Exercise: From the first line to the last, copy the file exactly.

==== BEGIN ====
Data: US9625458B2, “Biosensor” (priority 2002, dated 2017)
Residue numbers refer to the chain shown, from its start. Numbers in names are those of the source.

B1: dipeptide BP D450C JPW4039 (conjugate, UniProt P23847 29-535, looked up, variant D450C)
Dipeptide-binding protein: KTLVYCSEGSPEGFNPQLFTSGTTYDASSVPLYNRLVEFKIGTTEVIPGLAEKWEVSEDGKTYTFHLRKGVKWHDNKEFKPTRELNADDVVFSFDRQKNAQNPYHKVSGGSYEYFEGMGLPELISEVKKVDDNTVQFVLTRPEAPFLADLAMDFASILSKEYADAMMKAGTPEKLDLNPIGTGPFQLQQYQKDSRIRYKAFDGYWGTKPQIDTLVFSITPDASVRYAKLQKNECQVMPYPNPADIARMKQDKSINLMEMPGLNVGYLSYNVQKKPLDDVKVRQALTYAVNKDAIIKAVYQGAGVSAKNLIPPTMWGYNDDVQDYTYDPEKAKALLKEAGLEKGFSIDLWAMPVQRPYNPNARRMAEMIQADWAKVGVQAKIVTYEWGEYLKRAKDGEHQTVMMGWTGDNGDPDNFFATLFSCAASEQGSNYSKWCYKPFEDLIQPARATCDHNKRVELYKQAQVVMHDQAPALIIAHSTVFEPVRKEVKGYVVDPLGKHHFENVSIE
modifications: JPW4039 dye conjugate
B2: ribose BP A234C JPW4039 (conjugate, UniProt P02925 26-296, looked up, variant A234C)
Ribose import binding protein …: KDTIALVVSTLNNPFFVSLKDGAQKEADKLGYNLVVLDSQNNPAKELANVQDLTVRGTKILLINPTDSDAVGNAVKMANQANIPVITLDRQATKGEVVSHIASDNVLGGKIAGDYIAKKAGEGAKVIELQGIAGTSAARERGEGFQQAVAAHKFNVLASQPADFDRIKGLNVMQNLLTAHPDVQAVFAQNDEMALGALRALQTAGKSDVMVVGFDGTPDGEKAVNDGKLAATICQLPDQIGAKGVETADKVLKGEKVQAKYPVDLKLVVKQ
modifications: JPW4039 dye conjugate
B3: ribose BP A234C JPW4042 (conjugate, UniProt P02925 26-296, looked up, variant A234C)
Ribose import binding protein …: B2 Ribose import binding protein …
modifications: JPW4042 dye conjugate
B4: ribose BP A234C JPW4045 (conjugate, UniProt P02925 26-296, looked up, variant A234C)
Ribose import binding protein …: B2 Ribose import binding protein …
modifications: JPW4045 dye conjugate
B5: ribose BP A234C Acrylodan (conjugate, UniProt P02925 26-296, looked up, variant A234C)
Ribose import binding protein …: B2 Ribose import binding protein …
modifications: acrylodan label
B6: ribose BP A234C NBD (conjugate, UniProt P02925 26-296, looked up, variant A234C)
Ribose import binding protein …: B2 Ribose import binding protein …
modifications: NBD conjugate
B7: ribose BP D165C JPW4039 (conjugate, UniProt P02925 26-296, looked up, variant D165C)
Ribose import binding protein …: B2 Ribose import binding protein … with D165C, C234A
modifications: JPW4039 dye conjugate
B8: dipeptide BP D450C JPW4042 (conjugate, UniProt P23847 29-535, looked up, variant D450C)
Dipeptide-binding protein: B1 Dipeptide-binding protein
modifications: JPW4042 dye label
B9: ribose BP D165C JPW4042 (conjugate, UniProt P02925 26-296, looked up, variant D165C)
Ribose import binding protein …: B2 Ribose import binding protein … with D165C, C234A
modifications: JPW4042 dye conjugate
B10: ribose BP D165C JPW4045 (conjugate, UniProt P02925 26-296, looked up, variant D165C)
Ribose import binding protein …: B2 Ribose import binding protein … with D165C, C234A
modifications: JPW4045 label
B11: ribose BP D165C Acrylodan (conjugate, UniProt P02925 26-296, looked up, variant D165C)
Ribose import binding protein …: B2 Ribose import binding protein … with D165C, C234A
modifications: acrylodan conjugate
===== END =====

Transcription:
Data: US9625458B2, “Biosensor” (priority 2002, dated 2017)
Residue numbers refer to the chain shown, from its start. Numbers in names are those of the source.

B1: dipeptide BP D450C JPW4039 (conjugate, UniProt P23847 29-535, looked up, variant D450C)
Dipeptide-binding protein: KTLVYCSEGSPEGFNPQLFTSGTTYDASSVPLYNRLVEFKIGTTEVIPGLAEKWEVSEDGKTYTFHLRKGVKWHDNKEFKPTRELNADDVVFSFDRQKNAQNPYHKVSGGSYEYFEGMGLPELISEVKKVDDNTVQFVLTRPEAPFLADLAMDFASILSKEYADAMMKAGTPEKLDLNPIGTGPFQLQQYQKDSRIRYKAFDGYWGTKPQIDTLVFSITPDASVRYAKLQKNECQVMPYPNPADIARMKQDKSINLMEMPGLNVGYLSYNVQKKPLDDVKVRQALTYAVNKDAIIKAVYQGAGVSAKNLIPPTMWGYNDDVQDYTYDPEKAKALLKEAGLEKGFSIDLWAMPVQRPYNPNARRMAEMIQADWAKVGVQAKIVTYEWGEYLKRAKDGEHQTVMMGWTGDNGDPDNFFATLFSCAASEQGSNYSKWCYKPFEDLIQPARATCDHNKRVELYKQAQVVMHDQAPALIIAHSTVFEPVRKEVKGYVVDPLGKHHFENVSIE
modifications: JPW4039 dye conjugate
B2: ribose BP A234C JPW4039 (conjugate, UniProt P02925 26-296, looked up, variant A234C)
Ribose import binding protein …: KDTIALVVSTLNNPFFVSLKDGAQKEADKLGYNLVVLDSQNNPAKELANVQDLTVRGTKILLINPTDSDAVGNAVKMANQANIPVITLDRQATKGEVVSHIASDNVLGGKIAGDYIAKKAGEGAKVIELQGIAGTSAARERGEGFQQAVAAHKFNVLASQPADFDRIKGLNVMQNLLTAHPDVQAVFAQNDEMALGALRALQTAGKSDVMVVGFDGTPDGEKAVNDGKLAATICQLPDQIGAKGVETADKVLKGEKVQAKYPVDLKLVVKQ
modifications: JPW4039 dye conjugate
B3: ribose BP A234C JPW4042 (conjugate, UniProt P02925 26-296, looked up, variant A234C)
Ribose import binding protein …: B2 Ribose import binding protein …
modifications: JPW4042 dye conjugate
B4: ribose BP A234C JPW4045 (conjugate, UniProt P02925 26-296, looked up, variant A234C)
Ribose import binding protein …: B2 Ribose import binding protein …
modifications: JPW4045 dye conjugate
B5: ribose BP A234C Acrylodan (conjugate, UniProt P02925 26-296, looked up, variant A234C)
Ribose import binding protein …: B2 Ribose import binding protein …
modifications: acrylodan label
B6: ribose BP A234C NBD (conjugate, UniProt P02925 26-296, looked up, variant A234C)
Ribose import binding protein …: B2 Ribose import binding protein …
modifications: NBD conjugate
B7: ribose BP D165C JPW4039 (conjugate, UniProt P02925 26-296, looked up, variant D165C)
Ribose import binding protein …: B2 Ribose import binding protein … with D165C, C234A
modifications: JPW4039 dye conjugate
B8: dipeptide BP D450C JPW4042 (conjugate, UniProt P23847 29-535, looked up, variant D450C)
Dipeptide-binding protein: B1 Dipeptide-binding protein
modifications: JPW4042 dye label
B9: ribose BP D165C JPW4042 (conjugate, UniProt P02925 26-296, looked up, variant D165C)
Ribose import binding protein …: B2 Ribose import binding protein … with D165C, C234A
modifications: JPW4042 dye conjugate
B10: ribose BP D165C JPW4045 (conjugate, UniProt P02925 26-296, looked up, variant D165C)
Ribose import binding protein …: B2 Ribose import binding protein … with D165C, C234A
modifications: JPW4045 label
B11: ribose BP D165C Acrylodan (conjugate, UniProt P02925 26-296, looked up, variant D165C)
Ribose import binding protein …: B2 Ribose import binding protein … with D165C, C234A
modifications: acrylodan conjugate